Sea as a whole). The flow from Russia can further increase with
improvements in drilling and delivery. At present it is estimated
that, with artificially low prices, Russians consume four times
the amount they would consume at world market prices. By adjusting
the domestic price level for oil, Russia could enhance exports
29. British Petroleum argues that decisions
on supply should be left entirely to the market.
The Committee does not agree. Indeed,
a former employee of BP, Mr. John Mitchell (now at the Royal Institute
of International Affairs) favours building up stocks. He had proposed
in the past "an emergency sharing scheme, which is based
on companies who experience force majeure." He also favours
shifting dependence, where feasible, from oil to gas, which is
one resource where "risks are quite different from those
attached to oil and can be expanded very rapidly."
The relevance to relations with Russia is clear since it is the
world's major supplier of gas; and long-term arrangements for
supply and trans-shipment need to be secured for the EU.
30. The United States has already recognised
Russia's potential. But whereas the lines of supply to the American
continent make for prohibitive cost, those to the EU are much
less problematic. Nevertheless EU and American interest in diversifying
their sources of oil and Russia's interest as a major supplier
31. The same could be said for Russian and related
Commonwealth of Independent States' oil interests in the Caspian
Sea. Here a valuable series of deposits under a common seabed,
once divided evenly between Iran and the Soviet Union by treaty
(1921 and 1940), has its ownership disputed between Iran and the
new littoral states (Russia, Kazakhstan, Azerbaidzhan and Turkmenistan).
It is in EU interests, as it is in US interests, to see the dispute
settled to the mutual satisfaction of all parties.
- In addition to those objectives laid out in the
Common Strategy and in recent acknowledgement of Russia's market
status, issues vital to the future security and prosperity of
the EU such as energy supply, as well as those related to the
CFSP and ESDP, take us far beyond the limits of the PCA. We
conclude that the time has arrived for the entire framework for
relations with Russia to be recast to take fully into account
the import of recent events for EU-Russia relations, not least
as a result of the strategic shift in Moscow's foreign policy.
4 See Box 3, page 12-EU and Russia Economic and
Trade Indicators. Back
These are: 1. Trade and Industry; 2. Energy, environment and nuclear
issues; 3. Science and technology, human resources, social co-operation;
4. Transport, telecommunications, and space; 5. Coal and steel
mining and raw materials; 6. Competition, IPR, approximation of
legislation, fight against crime; 7. Customs and cross-border
controls; 8. Agriculture, fisheries, consumer protection; 9. Financial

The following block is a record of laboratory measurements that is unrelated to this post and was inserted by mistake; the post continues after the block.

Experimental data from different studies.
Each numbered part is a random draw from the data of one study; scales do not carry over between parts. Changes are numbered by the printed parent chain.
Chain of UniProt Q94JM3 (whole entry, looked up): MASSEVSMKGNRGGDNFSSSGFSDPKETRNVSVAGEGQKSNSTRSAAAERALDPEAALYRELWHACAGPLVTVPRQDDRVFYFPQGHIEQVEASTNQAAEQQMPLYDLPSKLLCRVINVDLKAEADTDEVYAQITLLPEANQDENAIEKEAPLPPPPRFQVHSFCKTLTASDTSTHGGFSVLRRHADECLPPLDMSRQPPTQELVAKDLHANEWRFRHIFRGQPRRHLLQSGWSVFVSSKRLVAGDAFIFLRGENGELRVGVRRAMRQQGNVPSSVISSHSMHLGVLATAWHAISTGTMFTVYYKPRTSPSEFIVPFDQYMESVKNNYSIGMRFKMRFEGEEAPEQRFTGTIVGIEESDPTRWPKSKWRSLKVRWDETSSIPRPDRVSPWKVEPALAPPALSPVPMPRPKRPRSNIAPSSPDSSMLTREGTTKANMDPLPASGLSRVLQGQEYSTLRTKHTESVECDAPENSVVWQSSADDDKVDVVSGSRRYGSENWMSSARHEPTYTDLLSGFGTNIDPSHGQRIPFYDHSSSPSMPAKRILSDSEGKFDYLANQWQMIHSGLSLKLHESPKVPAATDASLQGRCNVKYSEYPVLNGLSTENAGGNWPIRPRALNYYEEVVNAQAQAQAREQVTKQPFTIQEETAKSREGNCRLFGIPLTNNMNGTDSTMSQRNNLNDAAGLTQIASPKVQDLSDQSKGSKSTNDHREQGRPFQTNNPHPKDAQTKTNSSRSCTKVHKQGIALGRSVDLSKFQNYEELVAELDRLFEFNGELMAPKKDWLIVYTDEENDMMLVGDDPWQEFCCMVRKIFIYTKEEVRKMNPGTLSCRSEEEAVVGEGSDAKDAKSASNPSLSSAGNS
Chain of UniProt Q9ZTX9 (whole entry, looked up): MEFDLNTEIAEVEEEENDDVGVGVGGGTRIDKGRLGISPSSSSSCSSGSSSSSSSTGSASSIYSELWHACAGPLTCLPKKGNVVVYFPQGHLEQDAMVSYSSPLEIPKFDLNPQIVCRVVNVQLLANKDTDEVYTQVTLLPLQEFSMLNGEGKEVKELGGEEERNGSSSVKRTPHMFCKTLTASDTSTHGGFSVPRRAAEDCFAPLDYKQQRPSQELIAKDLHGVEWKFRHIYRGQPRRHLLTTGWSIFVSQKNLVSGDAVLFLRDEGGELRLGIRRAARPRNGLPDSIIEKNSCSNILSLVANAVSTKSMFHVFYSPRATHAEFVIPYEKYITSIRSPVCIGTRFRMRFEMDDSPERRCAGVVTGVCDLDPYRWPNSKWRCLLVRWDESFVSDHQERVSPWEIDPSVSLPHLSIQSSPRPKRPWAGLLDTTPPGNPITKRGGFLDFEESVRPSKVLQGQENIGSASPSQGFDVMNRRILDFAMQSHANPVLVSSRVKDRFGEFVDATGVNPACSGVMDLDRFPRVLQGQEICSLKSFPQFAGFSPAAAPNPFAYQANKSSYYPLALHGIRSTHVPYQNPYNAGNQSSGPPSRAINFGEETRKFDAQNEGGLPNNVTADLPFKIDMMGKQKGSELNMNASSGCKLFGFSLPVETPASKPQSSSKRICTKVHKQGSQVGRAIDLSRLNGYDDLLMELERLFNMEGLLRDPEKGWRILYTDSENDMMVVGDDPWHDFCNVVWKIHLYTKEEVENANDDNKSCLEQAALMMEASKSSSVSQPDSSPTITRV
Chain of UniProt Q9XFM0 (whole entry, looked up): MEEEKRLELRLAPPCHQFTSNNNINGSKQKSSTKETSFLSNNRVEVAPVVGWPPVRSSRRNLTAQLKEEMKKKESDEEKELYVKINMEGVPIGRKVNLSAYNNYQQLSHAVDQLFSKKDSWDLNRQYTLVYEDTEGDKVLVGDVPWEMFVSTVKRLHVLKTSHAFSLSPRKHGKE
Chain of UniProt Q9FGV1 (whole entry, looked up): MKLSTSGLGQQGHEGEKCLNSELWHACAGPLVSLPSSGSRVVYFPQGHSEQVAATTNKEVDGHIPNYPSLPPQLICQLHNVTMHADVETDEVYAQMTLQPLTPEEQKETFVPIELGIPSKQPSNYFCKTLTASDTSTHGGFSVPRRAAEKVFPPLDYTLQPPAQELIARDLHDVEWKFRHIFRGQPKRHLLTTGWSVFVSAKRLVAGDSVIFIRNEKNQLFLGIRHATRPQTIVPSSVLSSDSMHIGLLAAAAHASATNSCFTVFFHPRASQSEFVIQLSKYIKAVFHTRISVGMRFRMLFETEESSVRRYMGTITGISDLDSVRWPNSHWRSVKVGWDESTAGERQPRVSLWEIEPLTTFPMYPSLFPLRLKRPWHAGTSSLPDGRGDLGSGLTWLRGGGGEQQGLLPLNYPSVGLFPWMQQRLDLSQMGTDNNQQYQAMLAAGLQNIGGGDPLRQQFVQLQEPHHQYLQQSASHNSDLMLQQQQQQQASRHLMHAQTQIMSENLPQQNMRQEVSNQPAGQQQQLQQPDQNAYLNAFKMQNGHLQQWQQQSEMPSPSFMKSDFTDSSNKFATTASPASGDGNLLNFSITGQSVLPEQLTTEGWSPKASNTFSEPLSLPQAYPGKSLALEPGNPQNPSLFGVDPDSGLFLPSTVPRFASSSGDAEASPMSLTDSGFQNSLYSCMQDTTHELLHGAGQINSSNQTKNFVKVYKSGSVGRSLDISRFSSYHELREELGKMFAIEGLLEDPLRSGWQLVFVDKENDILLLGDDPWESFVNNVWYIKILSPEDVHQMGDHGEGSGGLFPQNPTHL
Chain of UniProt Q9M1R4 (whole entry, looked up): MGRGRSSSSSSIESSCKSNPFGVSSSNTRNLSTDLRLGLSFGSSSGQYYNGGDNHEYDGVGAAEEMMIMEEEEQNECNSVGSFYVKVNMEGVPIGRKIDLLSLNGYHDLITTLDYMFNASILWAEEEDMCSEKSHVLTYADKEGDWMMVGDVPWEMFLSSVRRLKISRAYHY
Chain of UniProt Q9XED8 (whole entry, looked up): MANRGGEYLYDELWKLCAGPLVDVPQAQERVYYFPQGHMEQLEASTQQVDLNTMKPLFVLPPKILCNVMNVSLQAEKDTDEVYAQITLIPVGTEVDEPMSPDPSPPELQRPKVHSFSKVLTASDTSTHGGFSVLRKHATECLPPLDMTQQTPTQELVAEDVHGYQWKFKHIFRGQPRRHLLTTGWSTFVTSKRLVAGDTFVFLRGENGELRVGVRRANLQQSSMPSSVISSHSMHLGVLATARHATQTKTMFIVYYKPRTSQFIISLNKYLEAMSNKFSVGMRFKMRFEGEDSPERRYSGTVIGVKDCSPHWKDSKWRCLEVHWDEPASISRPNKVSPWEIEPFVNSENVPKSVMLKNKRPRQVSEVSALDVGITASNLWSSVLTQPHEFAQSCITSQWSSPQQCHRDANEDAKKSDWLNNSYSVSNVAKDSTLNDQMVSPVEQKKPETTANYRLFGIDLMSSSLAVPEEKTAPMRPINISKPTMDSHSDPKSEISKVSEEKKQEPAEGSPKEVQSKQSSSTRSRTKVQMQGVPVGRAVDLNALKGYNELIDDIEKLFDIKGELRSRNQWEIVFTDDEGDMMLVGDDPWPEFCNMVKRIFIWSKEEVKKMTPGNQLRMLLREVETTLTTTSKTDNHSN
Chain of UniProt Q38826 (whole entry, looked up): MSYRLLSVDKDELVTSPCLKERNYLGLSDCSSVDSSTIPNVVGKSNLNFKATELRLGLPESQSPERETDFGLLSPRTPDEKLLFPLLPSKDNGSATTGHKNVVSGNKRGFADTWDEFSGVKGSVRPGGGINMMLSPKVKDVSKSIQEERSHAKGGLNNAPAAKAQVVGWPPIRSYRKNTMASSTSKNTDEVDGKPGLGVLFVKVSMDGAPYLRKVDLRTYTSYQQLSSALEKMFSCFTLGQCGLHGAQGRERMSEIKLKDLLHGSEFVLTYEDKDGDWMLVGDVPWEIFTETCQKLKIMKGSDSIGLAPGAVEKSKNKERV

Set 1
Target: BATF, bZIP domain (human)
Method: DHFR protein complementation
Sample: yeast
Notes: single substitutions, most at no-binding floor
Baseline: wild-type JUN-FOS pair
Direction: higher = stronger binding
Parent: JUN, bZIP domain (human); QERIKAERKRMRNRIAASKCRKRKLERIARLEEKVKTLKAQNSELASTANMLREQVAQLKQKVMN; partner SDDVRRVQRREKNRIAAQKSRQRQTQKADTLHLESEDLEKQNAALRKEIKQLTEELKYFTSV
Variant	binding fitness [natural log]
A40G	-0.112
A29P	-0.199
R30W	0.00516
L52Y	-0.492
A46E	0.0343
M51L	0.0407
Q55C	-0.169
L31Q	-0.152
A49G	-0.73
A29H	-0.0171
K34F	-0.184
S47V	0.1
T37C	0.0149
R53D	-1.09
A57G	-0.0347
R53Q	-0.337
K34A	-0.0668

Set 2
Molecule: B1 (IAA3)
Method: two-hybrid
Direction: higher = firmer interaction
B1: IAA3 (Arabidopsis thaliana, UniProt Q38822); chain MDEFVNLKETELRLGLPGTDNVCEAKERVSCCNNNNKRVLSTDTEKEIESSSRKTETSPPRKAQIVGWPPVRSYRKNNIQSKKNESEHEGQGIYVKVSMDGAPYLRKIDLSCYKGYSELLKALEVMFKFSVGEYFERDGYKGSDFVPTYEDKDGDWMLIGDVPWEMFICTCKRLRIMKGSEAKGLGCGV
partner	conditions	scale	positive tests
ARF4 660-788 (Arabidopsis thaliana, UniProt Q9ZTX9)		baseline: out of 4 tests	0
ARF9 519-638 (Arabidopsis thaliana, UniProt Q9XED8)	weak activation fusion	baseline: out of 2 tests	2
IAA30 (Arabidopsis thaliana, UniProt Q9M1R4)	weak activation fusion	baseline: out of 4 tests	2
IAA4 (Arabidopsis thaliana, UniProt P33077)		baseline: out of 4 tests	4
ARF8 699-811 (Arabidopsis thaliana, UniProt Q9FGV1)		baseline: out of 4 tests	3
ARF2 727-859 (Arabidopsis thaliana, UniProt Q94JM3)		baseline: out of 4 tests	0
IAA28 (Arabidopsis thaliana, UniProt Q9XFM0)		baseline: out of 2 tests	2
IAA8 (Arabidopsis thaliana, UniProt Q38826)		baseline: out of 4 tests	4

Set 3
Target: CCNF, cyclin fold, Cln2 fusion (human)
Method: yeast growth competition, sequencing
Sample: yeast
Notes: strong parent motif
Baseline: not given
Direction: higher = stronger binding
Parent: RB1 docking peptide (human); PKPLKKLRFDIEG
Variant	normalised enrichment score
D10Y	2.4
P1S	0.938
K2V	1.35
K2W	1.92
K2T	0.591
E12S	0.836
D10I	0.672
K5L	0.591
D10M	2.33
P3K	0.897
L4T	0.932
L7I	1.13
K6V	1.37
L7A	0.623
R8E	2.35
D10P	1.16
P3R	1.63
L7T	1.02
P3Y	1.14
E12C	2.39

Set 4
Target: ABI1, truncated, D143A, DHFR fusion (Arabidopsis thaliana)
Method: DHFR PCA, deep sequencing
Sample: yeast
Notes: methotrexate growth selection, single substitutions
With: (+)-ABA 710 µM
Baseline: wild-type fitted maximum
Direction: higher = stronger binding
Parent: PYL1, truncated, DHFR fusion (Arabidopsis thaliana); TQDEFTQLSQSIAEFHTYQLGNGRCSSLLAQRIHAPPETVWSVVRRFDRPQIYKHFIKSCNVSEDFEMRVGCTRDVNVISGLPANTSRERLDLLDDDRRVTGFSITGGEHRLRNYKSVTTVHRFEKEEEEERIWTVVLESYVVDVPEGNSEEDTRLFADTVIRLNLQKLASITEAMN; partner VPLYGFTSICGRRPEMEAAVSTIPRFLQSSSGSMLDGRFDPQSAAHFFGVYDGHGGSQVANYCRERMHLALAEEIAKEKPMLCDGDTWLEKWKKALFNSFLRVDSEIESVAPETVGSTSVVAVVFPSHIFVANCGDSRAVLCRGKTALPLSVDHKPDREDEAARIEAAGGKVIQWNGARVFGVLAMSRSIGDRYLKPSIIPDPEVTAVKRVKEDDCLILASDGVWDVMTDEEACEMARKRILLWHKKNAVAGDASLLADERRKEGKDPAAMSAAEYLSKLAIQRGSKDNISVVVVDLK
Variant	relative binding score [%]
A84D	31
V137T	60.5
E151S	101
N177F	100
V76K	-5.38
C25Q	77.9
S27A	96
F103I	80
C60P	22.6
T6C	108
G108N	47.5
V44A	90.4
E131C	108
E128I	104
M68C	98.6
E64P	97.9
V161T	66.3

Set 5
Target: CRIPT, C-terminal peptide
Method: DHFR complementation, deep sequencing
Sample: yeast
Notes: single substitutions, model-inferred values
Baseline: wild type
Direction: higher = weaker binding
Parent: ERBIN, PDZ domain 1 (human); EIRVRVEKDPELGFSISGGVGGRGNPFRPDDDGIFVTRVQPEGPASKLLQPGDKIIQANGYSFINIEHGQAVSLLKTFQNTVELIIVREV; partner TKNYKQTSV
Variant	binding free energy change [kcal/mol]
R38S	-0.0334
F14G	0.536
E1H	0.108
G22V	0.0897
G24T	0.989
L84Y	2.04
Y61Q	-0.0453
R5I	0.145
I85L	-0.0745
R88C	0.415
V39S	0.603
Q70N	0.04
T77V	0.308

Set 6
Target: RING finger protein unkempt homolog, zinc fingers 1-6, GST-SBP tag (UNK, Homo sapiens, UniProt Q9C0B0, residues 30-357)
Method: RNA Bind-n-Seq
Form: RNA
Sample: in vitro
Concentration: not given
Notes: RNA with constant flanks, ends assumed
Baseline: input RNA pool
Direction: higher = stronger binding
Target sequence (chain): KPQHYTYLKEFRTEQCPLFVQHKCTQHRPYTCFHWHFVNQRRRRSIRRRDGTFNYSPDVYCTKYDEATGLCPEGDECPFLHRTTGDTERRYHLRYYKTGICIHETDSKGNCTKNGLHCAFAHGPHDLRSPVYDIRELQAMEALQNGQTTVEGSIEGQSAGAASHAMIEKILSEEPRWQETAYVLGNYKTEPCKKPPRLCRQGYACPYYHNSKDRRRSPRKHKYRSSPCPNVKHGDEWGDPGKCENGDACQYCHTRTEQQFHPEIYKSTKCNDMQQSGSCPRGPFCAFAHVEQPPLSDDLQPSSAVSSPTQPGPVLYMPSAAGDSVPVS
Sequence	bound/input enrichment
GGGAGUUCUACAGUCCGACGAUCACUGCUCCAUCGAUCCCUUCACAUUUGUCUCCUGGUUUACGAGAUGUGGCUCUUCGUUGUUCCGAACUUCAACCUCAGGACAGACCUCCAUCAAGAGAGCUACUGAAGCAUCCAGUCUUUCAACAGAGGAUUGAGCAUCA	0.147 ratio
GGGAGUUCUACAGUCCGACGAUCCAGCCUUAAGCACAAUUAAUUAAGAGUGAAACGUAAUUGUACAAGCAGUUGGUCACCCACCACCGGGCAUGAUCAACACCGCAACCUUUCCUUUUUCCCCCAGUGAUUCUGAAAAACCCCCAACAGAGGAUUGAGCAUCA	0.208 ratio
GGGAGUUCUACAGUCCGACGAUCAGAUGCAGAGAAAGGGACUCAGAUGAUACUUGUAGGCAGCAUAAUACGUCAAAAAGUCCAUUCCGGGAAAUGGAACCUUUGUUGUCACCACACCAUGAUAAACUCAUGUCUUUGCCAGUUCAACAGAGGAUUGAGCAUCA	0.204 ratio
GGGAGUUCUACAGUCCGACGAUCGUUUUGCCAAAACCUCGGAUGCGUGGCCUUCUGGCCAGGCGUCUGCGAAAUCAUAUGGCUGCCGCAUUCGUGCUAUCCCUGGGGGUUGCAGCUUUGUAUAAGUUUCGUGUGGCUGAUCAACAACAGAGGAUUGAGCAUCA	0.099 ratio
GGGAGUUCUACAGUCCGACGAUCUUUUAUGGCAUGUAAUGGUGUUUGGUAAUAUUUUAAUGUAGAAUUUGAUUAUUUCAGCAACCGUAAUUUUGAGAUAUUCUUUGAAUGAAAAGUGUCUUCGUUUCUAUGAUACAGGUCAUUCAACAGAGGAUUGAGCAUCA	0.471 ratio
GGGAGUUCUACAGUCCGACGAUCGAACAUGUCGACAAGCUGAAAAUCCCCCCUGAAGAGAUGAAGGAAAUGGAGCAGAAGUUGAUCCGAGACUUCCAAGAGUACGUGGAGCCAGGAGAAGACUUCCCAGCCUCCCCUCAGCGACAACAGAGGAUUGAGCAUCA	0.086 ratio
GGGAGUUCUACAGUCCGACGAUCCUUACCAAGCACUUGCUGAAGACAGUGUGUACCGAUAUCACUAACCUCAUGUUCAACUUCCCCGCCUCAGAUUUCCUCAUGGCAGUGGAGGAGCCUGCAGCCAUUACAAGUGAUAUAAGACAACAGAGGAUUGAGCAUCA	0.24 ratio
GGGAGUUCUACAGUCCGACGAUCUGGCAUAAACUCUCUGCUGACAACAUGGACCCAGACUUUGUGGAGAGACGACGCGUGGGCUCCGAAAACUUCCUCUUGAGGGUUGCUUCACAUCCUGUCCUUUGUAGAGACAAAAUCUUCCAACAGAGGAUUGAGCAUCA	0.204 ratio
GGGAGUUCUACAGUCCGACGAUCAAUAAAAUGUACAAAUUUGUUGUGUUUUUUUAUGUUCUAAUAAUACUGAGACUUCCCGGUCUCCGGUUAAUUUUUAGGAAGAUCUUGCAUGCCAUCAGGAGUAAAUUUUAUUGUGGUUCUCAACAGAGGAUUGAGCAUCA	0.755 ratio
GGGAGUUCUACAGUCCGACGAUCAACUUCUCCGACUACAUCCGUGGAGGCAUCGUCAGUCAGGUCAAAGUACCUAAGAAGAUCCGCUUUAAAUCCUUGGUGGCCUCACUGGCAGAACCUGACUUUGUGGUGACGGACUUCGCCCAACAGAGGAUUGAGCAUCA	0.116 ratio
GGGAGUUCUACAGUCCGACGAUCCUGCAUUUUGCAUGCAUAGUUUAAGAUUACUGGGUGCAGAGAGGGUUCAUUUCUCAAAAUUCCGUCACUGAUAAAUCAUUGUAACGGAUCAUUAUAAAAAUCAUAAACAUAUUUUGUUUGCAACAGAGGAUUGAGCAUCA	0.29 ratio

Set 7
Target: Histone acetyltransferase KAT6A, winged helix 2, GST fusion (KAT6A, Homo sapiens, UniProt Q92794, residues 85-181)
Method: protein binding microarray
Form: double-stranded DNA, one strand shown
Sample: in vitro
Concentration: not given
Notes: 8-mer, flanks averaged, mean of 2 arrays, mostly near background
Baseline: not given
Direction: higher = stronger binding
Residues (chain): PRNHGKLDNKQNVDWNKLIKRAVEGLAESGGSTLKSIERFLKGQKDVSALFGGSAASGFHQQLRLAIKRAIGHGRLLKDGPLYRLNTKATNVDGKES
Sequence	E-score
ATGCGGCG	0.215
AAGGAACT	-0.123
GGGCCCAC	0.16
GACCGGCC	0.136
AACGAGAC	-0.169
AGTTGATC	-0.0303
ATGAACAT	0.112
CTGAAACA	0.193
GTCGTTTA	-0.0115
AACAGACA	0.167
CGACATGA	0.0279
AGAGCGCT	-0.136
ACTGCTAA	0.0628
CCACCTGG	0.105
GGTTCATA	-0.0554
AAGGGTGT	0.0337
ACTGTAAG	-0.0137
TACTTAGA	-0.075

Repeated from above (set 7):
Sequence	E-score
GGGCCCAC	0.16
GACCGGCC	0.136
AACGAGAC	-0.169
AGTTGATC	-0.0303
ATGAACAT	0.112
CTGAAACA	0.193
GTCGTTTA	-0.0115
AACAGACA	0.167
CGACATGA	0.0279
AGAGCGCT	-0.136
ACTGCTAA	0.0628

and economic issues, statistics. Back
Mr Javier Solana. Back
The Rt Hon Christopher Patten. Back
Official Journal of the European Communities, 24 June 1999, L
Helsinki European Council: Presidency Conclusions Annex 2. December
"Council of 20" Nations announced in the Declaration
of Heads of State and Government of NATO Member States and the
Russian Federation as the principal structure between NATO and
Russia, establishing a new level of co-operation. Back
See, for example, Shalikashvili, Q562. Back
"Russia-EU Action Plan in the Field of European Security
and Defence Policy", 29 May 2002. Back
Statement by NATO Secretary General Lord Robertson in his capacity
as chairman of the NATO-Russia Council 20 September 2002. There
was a Russian contingent to the NATO forces in Kosovo. Back
Speech to the Fifth Annual Russian Economic Forum, London, 19
April 2002. Back
For a detailed assessment of the entire spectrum of aid, including
TACIS-United States General Accounting Office Report to the Chairman
and the Ranking Minority Member, Committee on Banking and Financial
Services, House of Representatives: Foreign Assistance-International
Efforts to Aid Russia's Transition Have Had Mixed Results.
GAO-01-8 (Washington DC, November 2000). See, also, testimony
from non-governmental organisations: House of Lords Select Committee
on the European Communities, Partnership and Trust: The Tacis
Programme. The Environment of Russia and The New Independent States,
HL Paper 157, Session 1997-1998, 33rd Report (HMSO
London 1998). Back
See Dr Moreton (Q152). Back
IP/02/775-Brussels, 29 May 2002. Back
Delegation of the European Commission in Russia, "EU-Russia
Energy Dialogue": www.eu.ru/eng. Back
See Eurostat publications: EU Trade with OPEC and EU
trade in energy products (Brussels 2002). Back
Source: Mining and extraction, Statistics Norway (2001). Back
Memorandum by BP to the inquiry by the House of Lords European
Union Committee (Sub-Committee B) into Security of Energy Supplies
in the European Union. See also testimony to the Committee from
Scott Kerr and John Baldwin, 13 June 2002. Back
Testimony to Sub-Committee B, 22 October 2001: House of Lords,
Select Committee on the European Union, Energy Supply: How
Secure are We?, HL Paper 82 (TSO, London 2002) p33. Back